The Private Sector is the Victim of the Government’s Double Speak

A private restaurant in Havana. (EFE)

14ymedio biggerReinaldo Escobar, Havana, 5 August 2017 — The brake announced last June has just materialized. By canceling the awarding of licenses in several areas in which people have been allowed to work for themselves, and stopping the award of new licenses in several others, the government has confirmed fears about the advance of the private sector, and put at risk the small spaces of efficiency won by the population.

This week the Official Gazette published the decision to not grant new authorizations for this form of non-state management “until the perfection of self-employment is concluded.” This formula hides a misleading term — perfection — too subjective to be the object of legislation.

Fears are also growing before what remains to be achieved. Both the last Council of Ministers as well as the recently concluded session of the National Assembly, made clear that there is a package of regulations directed at the self-employment and cooperatives sector that will be announced in the coming months.

Many business owners fear losing their investment if draconian requirements are applied to them, but those principally affected may be the consumers. They are facing the risk that the good service and better quality that the private sector has achieved in areas such as food service, lodging, appliance repair and transportation, among many others, could be a thing of the past.

This week’s decision was preceded by official statements about illegalities and tax evasion. It is expected, then, that the upcoming regulations will aim at prioritizing the fight against violators, rather than seeking solutions such as the establishment of wholesale markets, commercial import permits or tax incentives.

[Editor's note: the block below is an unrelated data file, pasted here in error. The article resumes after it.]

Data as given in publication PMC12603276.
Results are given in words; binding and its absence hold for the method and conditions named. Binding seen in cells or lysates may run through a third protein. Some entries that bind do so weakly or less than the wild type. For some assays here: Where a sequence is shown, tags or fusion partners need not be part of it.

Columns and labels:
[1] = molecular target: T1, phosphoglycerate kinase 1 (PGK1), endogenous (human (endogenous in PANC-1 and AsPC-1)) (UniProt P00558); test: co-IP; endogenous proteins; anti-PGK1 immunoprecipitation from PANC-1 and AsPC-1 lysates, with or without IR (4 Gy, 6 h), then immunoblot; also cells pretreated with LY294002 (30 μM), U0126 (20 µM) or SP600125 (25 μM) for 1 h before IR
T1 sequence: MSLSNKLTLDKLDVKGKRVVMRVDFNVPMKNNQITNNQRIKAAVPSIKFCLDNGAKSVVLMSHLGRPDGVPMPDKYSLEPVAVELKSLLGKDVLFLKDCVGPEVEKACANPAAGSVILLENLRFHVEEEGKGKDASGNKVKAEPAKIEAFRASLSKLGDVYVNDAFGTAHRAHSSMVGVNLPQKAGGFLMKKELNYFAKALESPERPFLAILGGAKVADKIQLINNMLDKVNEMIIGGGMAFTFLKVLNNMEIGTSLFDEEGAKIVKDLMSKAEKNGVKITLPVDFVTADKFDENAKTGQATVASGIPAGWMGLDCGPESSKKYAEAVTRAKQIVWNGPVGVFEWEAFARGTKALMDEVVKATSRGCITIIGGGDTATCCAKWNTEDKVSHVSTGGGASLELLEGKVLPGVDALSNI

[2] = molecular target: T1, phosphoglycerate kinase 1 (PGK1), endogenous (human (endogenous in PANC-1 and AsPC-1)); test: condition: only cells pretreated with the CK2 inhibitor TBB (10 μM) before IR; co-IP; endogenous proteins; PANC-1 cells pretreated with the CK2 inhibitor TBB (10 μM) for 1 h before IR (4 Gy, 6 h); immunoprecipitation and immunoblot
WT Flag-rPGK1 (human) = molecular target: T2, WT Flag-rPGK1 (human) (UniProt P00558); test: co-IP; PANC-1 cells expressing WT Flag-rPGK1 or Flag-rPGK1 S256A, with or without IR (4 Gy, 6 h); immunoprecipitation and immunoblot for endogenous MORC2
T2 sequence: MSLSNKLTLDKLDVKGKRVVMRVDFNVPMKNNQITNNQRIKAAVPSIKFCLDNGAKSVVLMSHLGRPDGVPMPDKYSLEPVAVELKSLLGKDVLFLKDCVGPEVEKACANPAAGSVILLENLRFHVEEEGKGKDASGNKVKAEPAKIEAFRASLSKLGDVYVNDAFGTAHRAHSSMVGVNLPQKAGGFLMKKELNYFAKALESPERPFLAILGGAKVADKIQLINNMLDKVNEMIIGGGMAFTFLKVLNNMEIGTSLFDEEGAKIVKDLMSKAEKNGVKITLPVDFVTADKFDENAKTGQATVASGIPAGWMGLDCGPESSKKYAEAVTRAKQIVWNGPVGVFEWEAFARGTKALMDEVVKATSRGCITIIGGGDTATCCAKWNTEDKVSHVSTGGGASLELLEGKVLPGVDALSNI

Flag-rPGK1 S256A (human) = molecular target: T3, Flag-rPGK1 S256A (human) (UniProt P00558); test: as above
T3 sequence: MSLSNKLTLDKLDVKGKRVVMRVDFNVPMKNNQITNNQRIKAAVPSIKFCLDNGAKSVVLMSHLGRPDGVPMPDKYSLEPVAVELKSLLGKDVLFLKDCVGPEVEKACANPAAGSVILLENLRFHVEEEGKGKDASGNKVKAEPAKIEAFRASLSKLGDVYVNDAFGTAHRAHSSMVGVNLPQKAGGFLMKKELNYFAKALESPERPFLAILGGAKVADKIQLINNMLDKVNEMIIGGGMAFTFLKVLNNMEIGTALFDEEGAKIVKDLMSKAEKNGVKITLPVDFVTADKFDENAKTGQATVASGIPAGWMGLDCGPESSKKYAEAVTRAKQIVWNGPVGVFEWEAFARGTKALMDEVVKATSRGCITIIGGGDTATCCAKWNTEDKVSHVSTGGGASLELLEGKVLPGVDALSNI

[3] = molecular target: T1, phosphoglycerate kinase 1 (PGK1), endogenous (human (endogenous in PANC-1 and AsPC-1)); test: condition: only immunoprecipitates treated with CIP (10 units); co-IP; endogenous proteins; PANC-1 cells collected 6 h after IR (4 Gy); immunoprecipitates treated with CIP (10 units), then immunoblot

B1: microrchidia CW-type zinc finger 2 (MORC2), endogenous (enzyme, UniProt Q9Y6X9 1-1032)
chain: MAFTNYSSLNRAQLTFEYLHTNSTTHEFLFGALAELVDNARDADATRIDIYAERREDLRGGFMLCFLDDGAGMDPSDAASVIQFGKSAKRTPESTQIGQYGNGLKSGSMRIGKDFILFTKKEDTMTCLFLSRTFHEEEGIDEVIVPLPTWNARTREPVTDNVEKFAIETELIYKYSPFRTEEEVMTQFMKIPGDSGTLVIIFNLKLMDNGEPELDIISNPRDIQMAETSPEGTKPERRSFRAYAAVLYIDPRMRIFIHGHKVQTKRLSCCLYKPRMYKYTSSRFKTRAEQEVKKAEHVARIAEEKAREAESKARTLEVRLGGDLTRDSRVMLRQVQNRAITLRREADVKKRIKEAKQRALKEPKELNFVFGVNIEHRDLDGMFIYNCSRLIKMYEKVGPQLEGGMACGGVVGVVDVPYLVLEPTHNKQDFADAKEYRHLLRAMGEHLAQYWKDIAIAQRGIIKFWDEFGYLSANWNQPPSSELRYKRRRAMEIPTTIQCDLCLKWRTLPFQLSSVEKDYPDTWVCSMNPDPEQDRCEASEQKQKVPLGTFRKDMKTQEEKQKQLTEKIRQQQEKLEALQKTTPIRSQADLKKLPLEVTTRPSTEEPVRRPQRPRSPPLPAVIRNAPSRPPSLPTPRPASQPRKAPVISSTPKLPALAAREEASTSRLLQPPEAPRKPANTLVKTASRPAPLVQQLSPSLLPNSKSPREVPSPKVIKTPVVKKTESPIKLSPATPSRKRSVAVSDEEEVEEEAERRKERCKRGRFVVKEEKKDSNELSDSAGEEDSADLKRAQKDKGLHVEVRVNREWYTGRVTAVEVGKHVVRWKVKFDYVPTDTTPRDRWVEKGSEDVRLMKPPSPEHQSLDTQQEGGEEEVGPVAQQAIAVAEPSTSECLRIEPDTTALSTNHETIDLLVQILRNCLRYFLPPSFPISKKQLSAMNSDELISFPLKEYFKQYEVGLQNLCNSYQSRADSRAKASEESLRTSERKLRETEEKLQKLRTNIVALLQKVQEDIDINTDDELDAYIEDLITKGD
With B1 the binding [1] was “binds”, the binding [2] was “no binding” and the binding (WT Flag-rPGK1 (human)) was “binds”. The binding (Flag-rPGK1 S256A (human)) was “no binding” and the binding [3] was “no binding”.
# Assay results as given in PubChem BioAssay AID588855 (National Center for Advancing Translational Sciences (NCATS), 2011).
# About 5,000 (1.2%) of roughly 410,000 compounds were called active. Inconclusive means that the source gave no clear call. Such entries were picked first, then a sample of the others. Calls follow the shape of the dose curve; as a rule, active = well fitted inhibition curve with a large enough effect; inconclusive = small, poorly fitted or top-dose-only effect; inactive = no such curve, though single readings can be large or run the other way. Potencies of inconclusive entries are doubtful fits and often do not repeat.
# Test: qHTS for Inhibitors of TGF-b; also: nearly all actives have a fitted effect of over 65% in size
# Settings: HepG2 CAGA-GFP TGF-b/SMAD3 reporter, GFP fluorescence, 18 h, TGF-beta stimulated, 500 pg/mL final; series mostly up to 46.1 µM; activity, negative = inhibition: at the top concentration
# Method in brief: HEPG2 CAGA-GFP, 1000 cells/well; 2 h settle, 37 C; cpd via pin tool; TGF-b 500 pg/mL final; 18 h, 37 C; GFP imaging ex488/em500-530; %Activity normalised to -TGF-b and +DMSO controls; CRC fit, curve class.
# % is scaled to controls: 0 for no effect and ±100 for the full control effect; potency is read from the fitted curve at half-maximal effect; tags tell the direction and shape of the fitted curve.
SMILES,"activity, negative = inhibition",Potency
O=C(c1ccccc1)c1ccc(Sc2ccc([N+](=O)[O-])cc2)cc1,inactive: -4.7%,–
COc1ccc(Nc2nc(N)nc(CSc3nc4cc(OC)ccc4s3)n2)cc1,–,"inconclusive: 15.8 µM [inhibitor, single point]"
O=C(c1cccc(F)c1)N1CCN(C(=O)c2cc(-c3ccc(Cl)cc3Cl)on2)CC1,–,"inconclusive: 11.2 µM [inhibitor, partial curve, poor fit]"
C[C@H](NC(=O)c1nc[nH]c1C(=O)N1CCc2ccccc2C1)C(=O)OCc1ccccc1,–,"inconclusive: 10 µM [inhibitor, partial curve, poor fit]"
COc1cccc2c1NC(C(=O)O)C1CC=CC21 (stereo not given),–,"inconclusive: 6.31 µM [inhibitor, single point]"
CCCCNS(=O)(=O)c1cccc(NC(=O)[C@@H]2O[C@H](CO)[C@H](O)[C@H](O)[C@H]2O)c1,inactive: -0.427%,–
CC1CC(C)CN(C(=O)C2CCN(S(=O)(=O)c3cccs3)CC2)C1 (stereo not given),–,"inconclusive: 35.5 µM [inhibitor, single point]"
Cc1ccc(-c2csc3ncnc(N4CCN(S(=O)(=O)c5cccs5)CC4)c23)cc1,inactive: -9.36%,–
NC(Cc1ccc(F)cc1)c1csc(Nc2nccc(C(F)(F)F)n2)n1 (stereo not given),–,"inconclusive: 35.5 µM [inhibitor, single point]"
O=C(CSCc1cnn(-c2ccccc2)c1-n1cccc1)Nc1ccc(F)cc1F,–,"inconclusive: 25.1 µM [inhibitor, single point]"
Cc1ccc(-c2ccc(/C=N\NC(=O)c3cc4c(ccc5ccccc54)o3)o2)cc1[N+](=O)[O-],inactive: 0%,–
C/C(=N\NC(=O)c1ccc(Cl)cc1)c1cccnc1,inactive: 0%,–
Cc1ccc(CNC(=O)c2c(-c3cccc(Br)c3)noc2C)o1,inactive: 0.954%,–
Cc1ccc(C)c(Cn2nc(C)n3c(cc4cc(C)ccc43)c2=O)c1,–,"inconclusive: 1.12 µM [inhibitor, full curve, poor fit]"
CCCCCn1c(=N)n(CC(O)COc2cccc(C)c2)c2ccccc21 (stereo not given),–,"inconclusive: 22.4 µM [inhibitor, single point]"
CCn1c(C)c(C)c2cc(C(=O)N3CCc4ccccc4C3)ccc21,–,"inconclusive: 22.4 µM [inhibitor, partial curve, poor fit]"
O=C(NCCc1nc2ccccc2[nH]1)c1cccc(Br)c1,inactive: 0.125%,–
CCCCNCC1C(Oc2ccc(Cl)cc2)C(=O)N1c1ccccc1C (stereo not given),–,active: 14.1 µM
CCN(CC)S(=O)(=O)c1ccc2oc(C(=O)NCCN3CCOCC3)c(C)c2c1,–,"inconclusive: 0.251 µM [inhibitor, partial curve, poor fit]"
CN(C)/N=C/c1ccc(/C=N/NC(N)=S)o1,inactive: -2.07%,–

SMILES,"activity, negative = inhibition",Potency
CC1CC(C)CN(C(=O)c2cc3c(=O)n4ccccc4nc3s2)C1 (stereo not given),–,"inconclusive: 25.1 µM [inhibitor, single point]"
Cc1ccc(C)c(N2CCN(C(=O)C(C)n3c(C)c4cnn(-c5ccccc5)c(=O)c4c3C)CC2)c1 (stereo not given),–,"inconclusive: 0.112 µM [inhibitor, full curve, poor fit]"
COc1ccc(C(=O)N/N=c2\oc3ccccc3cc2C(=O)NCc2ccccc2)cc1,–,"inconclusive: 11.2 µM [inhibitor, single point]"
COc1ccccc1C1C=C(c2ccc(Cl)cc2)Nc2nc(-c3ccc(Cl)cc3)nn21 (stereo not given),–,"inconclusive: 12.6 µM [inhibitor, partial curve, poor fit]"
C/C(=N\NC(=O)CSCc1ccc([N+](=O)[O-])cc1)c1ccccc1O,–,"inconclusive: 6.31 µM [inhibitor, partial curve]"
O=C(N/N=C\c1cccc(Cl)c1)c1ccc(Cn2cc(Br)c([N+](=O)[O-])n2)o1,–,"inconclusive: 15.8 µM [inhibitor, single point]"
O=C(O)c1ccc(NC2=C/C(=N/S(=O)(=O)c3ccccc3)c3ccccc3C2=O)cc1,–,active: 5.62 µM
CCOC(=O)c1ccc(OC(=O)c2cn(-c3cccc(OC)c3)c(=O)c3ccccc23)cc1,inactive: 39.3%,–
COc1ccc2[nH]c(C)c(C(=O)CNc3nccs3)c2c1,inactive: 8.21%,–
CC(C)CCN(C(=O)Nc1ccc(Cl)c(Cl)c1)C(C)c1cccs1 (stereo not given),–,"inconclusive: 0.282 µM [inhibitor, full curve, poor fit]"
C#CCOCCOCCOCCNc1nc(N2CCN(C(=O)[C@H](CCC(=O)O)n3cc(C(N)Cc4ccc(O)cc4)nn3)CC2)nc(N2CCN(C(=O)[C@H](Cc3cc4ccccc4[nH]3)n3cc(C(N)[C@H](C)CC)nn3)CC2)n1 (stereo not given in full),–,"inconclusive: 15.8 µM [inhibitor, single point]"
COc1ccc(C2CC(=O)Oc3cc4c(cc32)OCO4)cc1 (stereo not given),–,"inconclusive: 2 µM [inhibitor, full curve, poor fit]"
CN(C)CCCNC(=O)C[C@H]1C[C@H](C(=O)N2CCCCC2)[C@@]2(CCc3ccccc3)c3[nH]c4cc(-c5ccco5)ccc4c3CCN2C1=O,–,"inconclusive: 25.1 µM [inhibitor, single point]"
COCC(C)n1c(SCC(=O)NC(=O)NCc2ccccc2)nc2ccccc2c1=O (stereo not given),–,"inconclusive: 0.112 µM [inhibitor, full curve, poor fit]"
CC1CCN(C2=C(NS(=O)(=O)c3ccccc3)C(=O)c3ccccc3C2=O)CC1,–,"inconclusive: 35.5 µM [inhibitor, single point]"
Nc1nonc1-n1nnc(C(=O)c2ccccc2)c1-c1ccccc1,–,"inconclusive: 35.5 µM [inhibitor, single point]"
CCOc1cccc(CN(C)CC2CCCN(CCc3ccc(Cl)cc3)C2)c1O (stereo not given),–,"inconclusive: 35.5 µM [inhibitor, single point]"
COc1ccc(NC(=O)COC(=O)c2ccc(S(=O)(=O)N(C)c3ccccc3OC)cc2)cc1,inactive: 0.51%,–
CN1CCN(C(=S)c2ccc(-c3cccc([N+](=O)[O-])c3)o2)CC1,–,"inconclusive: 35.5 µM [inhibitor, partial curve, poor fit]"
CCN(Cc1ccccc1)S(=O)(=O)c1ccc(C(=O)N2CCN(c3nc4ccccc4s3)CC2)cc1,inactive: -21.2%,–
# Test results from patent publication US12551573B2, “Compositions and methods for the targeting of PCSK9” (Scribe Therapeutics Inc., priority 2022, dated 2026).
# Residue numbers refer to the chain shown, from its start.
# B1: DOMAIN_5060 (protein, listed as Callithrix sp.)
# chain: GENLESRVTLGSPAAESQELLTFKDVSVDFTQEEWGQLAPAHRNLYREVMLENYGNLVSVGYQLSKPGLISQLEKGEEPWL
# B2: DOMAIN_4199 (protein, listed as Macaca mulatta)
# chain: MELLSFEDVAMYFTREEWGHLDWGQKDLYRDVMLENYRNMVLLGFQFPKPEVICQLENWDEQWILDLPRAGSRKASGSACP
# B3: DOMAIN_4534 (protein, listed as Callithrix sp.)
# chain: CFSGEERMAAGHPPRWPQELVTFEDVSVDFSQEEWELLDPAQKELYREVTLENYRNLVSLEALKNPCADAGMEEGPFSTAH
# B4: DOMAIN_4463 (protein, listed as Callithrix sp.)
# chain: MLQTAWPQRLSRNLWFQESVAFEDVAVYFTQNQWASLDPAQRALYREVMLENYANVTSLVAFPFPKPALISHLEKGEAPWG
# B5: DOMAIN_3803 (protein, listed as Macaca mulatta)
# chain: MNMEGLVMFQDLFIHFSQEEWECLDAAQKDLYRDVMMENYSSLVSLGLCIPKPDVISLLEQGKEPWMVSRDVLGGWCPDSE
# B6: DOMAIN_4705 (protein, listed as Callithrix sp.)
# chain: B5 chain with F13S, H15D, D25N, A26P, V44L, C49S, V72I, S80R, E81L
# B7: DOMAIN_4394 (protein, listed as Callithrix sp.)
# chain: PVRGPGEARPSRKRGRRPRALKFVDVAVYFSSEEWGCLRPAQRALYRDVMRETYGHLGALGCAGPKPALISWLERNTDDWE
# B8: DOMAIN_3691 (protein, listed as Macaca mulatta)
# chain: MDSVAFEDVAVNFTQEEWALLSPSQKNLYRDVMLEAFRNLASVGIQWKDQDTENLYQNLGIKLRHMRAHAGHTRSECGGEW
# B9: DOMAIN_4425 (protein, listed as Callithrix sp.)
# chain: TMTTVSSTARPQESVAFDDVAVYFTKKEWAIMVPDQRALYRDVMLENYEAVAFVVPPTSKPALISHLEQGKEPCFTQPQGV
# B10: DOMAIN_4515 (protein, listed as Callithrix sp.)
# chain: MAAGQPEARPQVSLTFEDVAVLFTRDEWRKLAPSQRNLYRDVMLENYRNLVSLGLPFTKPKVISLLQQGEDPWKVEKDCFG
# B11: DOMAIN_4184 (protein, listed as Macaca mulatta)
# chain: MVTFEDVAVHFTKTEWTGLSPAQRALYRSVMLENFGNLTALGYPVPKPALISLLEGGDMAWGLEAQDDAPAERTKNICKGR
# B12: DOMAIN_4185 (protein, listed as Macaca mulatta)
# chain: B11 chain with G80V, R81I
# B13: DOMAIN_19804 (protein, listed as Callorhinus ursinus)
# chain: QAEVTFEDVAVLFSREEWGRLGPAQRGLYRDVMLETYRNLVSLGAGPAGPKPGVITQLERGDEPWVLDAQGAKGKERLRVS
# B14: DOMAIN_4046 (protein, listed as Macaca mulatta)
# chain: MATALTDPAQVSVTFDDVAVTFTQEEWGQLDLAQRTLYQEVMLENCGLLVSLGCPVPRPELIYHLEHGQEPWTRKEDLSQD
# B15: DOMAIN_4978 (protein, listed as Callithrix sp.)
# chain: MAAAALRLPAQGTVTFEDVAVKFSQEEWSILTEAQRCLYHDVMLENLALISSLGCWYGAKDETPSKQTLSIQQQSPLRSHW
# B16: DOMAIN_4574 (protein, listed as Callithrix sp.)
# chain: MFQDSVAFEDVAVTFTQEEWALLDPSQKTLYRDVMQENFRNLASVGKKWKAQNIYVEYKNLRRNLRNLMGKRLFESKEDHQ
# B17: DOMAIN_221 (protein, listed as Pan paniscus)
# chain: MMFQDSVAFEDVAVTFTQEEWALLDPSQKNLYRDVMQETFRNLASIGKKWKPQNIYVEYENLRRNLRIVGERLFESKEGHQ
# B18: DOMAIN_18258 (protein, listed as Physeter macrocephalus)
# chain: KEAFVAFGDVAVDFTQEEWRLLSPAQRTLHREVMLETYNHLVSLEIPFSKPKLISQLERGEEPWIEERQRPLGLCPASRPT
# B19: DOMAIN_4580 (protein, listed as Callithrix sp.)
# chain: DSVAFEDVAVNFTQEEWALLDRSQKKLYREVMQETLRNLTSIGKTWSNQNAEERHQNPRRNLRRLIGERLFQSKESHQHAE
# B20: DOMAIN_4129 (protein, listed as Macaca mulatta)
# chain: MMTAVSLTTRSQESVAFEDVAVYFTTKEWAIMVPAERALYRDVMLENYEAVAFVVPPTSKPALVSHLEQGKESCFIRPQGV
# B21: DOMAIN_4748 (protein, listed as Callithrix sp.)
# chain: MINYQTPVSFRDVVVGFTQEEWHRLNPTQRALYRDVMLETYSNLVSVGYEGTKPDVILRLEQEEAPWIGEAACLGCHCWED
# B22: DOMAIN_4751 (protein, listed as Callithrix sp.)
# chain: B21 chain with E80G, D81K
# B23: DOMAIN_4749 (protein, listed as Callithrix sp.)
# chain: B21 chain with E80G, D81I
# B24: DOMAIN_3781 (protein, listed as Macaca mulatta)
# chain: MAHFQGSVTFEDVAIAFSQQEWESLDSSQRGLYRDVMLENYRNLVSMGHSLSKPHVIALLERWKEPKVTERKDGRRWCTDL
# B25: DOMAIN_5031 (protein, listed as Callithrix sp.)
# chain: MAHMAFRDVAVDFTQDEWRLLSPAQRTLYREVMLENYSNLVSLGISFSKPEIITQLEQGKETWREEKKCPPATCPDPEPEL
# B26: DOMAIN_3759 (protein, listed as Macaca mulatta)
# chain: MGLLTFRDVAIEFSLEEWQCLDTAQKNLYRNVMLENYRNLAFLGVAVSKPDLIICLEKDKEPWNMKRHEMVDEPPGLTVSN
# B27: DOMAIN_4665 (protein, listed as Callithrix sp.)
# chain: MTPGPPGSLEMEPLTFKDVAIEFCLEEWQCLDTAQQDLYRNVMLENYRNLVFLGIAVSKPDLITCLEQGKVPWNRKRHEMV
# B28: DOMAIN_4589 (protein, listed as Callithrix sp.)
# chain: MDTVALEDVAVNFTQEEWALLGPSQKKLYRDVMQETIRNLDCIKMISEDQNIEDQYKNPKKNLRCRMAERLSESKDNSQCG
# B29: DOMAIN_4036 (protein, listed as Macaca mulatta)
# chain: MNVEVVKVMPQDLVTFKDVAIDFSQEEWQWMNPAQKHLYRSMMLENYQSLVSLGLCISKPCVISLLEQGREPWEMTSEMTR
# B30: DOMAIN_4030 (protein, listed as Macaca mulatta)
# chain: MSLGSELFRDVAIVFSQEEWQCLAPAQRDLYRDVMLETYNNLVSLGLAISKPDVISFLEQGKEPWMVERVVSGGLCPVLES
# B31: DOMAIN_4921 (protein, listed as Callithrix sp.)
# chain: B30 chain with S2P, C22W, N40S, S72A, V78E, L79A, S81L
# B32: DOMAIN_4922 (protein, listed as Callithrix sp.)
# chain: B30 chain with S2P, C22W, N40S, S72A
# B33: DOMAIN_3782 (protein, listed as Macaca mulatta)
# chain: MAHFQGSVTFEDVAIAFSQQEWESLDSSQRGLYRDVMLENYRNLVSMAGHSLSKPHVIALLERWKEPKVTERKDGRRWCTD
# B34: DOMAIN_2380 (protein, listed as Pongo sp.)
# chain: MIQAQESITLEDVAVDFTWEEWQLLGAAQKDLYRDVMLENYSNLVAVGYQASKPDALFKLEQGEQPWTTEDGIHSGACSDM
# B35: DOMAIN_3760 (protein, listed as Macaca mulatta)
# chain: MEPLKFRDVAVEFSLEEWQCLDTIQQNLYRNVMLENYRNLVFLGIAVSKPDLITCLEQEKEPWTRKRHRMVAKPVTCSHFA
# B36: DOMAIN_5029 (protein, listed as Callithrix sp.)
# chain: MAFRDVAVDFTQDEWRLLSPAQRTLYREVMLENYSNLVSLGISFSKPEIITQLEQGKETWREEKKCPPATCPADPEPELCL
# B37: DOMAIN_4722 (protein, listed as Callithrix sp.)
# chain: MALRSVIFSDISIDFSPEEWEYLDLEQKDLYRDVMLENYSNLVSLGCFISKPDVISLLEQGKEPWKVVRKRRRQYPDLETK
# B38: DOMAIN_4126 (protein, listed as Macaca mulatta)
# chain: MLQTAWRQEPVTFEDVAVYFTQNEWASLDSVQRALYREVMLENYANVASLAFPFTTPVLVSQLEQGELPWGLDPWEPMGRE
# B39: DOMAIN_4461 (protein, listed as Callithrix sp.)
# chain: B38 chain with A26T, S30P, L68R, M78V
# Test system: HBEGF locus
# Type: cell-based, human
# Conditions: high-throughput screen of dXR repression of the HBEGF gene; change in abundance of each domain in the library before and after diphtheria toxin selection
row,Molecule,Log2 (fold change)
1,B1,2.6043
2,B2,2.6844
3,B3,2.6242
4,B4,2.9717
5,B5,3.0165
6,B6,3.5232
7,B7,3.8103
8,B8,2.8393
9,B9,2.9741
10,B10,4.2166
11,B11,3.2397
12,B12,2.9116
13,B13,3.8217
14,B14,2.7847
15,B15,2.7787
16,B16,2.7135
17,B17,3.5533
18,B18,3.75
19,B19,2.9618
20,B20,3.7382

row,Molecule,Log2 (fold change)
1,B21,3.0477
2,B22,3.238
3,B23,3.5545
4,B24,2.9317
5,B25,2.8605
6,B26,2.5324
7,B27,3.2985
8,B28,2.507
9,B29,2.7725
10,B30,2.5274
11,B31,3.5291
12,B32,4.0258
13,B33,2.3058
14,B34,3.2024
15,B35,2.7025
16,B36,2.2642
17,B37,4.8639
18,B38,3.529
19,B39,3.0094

Punishment and penalization seem to be the only ways in which the Cuban government deals with its citizens. On detecting irregularities the only way the government resolves them is with coercive measures, such as suspending the issuing of licenses, an increase in the number of inspectors, or the demonization of the economic prosperity achieved by the most successful.

This confrontational attitude shows that autonomous forms of management continue to be a necessary evil for the ruling party, while the figure of the small businessman remains an antagonist of the “New Man,english beach blue flag status

” which was once intended to be created. The enemy does not land on the coast or found opposition parties, but offers tasty pizzas at home, manages beauty salons and opens websites to promote its services.

The government is trapped in a contradiction. On the one hand the government wants to prevent the private sector from growing too fast, but it exhibits the sector as an example of the progress of the reforms promoted by Raúl Castro. At the end of the first half of this year, the growth of those engaged in self-employment, with 567,982 workers, has been used in international forums and debates as a sign of openness and development.

However, that figure may be affected in the coming months. When the licenses returned by those who were disappointed and failed to succeed exceeds the number of licenses issued for new affiliates. It is easy to predict a decrease or at least a paralysis in the volume. Stagnation and the duration of this slowdown will have negative repercussions on the exercise and influence of the private sector in the national economy. A digression that could cause enthusiasm to decline and paranoia to grow.